Esperanto Language Blog

Multi-Fractal Analysis…? Posted by on Aug 19, 2009 in Esperanto Language

An article published last year in the New Scientist Technology Blog suggests that Esperanto is fundamentally different from other languages. Astonishing! To be frank, I have no idea what multi-fractal analysis has to do with linguistic comparison, but the author of the post seems to draw a conclusion the rest of us missed. If you can follow it, I’m sure it’s an interesting read. In the meantime, however, I find the commentary from equally confused or unreceptive readers far more amusing!

In the meantime, I’m testing the Esperanto features (spell-check and character support) of the latest build of Sun Microsystem’s freeware office software suite, OpenOffice. The overview and examination will be posted in a forthcoming article. Until then, stay cool!

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  1. Johano:

    It’s not surprising that Esperanto’s different from English. Any language other than English would be the same! They never compared the book with Spanish, Russian, Swahili, Arabic or Mandarin.

    There was a discussion about this a while ago at lernu:

  2. Indiana:

    By the way, they did do further comparisons after the paper that article was about. In the later paper they used different statistical methods, and found that the Esperanto translation was “qualitatively” similar to the English translation.

    If I were to hazard a guess, Johano, I would guess that even though they didn’t compare the text to other languages in this paper, those kinds of experiments have been done before. I make this guess because the abstract says that the Esperanto results are “extreme”, which is kind of a weird judgement to make with a sample size of 2. It kinda implies that they know what kinds of values are “normal”, and the English text results are in that typical range while the Esperanto ones are not.

    I would also hazard a guess that any anomalous results one gets from Esperanto as compared to natural languages are due to the fact that Esperanto uses a much, much smaller subset of “common words” much, much more often. For instance, in English, one might expect common words to be “a, the, is, are” whereas in Esperanto you would have just “la, estas”… but those words appear more often (because the number of “estas” would equal the number “is” and “are” combined). The situation would be more extreme for other languages (for example, French would have “la, le, les, suis, es, est, sommes, êtes, sont” all compacting down to “la, estas”). That pattern, a smaller “core” vocabulary used for a wider range of situations, might be what makes Esperanto look “artificial” by their statistical estimate, compared to English. When I get back to campus where I have access to these papers, I’ll see if I can’t give some more info.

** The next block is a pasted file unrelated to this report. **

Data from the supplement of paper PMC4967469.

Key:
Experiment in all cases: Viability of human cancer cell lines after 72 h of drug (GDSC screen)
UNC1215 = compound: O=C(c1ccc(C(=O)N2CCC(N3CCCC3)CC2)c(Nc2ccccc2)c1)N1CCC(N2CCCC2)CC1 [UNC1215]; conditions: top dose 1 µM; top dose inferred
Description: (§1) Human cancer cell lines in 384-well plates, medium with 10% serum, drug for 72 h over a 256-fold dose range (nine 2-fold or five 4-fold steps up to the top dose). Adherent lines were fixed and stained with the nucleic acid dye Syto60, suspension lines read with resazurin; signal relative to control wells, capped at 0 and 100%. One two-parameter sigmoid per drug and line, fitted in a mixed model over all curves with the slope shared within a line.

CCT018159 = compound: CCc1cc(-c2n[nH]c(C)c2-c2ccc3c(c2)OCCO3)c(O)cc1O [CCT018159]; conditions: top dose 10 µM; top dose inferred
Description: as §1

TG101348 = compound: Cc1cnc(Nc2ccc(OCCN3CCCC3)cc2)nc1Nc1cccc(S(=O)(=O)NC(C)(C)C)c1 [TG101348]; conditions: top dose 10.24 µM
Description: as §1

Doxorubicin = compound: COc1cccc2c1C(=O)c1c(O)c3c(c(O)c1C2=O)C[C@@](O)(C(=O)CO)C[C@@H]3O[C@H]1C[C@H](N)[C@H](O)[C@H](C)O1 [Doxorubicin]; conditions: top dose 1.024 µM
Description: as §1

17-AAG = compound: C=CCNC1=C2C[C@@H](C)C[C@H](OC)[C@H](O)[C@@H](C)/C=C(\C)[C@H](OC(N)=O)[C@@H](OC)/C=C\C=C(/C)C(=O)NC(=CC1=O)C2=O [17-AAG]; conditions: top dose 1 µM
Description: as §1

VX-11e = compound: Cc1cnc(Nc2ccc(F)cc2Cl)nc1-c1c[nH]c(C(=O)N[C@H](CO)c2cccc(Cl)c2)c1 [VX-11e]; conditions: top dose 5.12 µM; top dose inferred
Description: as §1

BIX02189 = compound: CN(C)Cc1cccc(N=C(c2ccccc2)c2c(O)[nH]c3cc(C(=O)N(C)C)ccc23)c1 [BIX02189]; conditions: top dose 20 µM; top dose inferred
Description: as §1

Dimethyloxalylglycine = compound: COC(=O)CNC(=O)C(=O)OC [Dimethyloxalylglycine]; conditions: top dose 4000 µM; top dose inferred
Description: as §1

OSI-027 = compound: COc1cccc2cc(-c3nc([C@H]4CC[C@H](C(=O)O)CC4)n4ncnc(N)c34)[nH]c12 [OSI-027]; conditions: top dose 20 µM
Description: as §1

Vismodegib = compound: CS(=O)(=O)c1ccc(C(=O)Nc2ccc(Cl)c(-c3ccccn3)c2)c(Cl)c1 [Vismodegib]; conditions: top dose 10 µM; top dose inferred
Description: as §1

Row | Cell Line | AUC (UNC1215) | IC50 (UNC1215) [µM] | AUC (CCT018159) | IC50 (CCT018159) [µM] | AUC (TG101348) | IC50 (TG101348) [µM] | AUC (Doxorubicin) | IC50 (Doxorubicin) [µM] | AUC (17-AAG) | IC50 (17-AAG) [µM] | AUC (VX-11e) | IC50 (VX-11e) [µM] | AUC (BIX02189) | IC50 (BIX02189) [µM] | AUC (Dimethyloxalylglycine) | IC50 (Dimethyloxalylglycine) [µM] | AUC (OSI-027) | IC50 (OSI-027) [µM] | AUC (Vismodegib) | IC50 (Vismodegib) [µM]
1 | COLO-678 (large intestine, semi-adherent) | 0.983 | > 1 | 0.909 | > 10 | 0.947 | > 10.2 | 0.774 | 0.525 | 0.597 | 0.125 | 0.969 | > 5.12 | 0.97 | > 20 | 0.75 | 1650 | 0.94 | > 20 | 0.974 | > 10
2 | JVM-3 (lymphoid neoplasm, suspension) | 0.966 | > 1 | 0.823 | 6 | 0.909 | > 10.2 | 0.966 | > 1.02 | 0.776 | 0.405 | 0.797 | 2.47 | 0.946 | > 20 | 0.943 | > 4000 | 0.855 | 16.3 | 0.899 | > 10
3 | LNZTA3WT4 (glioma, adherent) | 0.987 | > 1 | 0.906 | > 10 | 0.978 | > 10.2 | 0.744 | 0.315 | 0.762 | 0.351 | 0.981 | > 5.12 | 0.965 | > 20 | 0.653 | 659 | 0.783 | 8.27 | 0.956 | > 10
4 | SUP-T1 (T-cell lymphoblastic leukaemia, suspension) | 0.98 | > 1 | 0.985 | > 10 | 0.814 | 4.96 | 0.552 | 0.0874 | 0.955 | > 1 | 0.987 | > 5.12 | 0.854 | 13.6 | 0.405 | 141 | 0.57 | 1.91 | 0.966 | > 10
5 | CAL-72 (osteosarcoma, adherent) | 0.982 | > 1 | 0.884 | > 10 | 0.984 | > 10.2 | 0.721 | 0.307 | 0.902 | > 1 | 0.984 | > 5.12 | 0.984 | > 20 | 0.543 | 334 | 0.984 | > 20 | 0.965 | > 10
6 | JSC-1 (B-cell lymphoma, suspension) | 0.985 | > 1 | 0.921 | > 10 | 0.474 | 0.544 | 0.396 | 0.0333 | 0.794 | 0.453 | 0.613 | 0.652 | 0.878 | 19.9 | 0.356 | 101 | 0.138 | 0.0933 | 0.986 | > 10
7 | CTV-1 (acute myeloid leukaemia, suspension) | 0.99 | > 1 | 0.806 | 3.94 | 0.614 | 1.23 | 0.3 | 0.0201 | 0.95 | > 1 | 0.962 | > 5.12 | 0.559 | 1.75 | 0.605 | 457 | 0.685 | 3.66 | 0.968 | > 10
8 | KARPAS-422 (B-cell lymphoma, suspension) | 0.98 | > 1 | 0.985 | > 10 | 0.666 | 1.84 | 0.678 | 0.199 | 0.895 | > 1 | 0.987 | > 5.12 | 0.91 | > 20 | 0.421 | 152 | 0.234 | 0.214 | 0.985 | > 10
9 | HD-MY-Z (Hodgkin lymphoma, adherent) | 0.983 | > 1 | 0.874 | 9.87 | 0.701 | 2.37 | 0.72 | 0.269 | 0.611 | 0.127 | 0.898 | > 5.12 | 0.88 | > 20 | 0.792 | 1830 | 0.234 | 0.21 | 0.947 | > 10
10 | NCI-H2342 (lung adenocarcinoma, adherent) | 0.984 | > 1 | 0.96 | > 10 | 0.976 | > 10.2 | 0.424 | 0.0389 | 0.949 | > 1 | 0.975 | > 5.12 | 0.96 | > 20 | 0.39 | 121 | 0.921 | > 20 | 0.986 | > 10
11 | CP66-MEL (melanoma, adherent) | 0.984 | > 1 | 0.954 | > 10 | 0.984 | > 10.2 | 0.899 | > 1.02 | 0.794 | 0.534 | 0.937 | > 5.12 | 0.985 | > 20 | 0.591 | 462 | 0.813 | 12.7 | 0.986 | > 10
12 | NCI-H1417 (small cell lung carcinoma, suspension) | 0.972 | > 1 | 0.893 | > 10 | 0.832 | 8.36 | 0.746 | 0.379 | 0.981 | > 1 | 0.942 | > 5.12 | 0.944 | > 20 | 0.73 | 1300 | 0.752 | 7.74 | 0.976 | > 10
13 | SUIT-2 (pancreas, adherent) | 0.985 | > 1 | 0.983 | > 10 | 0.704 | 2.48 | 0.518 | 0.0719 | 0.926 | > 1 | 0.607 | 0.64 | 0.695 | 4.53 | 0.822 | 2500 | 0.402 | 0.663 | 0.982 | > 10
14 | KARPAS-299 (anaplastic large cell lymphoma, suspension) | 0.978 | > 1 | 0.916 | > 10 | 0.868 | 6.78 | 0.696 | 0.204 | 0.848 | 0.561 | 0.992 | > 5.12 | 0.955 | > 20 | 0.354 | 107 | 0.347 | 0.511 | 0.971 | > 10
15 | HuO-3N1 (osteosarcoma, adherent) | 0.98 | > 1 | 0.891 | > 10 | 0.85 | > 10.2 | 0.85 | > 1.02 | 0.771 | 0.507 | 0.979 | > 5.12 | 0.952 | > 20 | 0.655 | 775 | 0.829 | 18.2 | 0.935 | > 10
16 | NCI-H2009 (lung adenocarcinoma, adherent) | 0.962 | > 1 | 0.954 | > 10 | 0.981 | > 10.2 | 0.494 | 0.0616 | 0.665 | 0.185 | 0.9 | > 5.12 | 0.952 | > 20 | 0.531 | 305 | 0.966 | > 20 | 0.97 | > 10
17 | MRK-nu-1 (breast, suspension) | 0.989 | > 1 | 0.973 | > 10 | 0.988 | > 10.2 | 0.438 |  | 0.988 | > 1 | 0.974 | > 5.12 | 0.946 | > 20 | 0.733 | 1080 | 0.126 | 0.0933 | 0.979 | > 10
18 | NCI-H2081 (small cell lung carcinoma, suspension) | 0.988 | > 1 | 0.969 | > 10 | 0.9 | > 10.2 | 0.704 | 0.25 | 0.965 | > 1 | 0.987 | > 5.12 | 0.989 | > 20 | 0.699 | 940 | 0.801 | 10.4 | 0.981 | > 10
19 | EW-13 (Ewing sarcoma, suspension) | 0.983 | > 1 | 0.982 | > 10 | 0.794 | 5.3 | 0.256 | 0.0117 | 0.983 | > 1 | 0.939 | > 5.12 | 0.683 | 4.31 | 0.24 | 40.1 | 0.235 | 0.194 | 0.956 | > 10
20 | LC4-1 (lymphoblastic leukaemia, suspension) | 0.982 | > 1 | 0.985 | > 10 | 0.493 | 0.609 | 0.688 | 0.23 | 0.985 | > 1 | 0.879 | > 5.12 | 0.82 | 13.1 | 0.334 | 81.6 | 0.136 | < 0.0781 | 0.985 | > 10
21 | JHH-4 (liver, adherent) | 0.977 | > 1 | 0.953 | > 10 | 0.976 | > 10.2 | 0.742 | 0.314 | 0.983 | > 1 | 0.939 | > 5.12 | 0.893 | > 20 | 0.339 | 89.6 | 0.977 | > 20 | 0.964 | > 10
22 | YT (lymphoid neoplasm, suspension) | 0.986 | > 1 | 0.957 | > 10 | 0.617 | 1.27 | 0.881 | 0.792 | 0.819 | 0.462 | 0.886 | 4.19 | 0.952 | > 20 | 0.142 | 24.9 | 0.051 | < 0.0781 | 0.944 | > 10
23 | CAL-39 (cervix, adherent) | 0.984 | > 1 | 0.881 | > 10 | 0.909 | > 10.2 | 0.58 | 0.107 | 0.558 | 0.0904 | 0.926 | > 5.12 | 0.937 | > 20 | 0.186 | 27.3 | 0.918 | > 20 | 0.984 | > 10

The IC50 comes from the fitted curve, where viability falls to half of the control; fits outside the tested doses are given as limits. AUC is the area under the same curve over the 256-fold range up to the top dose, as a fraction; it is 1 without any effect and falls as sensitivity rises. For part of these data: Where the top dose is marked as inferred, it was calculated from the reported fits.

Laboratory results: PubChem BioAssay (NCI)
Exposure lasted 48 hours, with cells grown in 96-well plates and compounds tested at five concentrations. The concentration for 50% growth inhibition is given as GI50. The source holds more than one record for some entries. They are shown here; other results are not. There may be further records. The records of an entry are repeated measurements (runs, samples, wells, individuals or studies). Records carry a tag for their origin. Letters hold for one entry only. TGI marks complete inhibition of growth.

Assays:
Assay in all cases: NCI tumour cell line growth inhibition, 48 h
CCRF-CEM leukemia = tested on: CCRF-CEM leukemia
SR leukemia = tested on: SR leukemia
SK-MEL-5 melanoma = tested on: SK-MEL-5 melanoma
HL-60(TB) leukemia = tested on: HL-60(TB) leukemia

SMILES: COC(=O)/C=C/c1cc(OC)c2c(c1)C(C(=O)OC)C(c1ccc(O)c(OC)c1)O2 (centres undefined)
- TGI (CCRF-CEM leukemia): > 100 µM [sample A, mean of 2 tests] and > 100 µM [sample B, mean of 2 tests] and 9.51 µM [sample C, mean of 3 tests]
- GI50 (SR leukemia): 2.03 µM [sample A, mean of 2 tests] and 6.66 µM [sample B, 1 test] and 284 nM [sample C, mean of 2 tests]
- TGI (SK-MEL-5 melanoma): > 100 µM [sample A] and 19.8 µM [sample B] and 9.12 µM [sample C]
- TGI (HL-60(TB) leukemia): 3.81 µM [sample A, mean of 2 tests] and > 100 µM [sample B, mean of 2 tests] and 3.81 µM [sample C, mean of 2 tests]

Incidentally, Lex, thank you for your work on the OpenOffice Esperanto plugin.

  3. Johano:

    Of course, a Chinese core vocabulary would also be much smaller.

  4. Nick Nicholas:

    Parolas kabeinta ekslingvisto. The paper is breathtakingly superficial, enough to call out in public, and I’m tempted to write my own blog post saying so.

    Esperanto’s an agglutinative language with a different profile of function words. The behaviour of its word length and word frequency will *of course* look different. The sarcasm of other commenters about this is deserved.

    It’s also very far from coincidental that statistically the profile of Esperanto most resembles German: German was the prestige language of the East European millieu of Classic Esperanto (Zamenhof and Kabe), and there was a lot of stylistic and lexical calquing from German in the formative periods of the language.

    Put Turkish, Inuit, and Chinese into the mix, then you can say something sensible about whether Esperanto is all that different from Natural languages. (And to make sure you’re really saying something meaningful there, add in Lojban and Klingon.)

    Ĉiaokaze, daŭrigu la bonan laboron!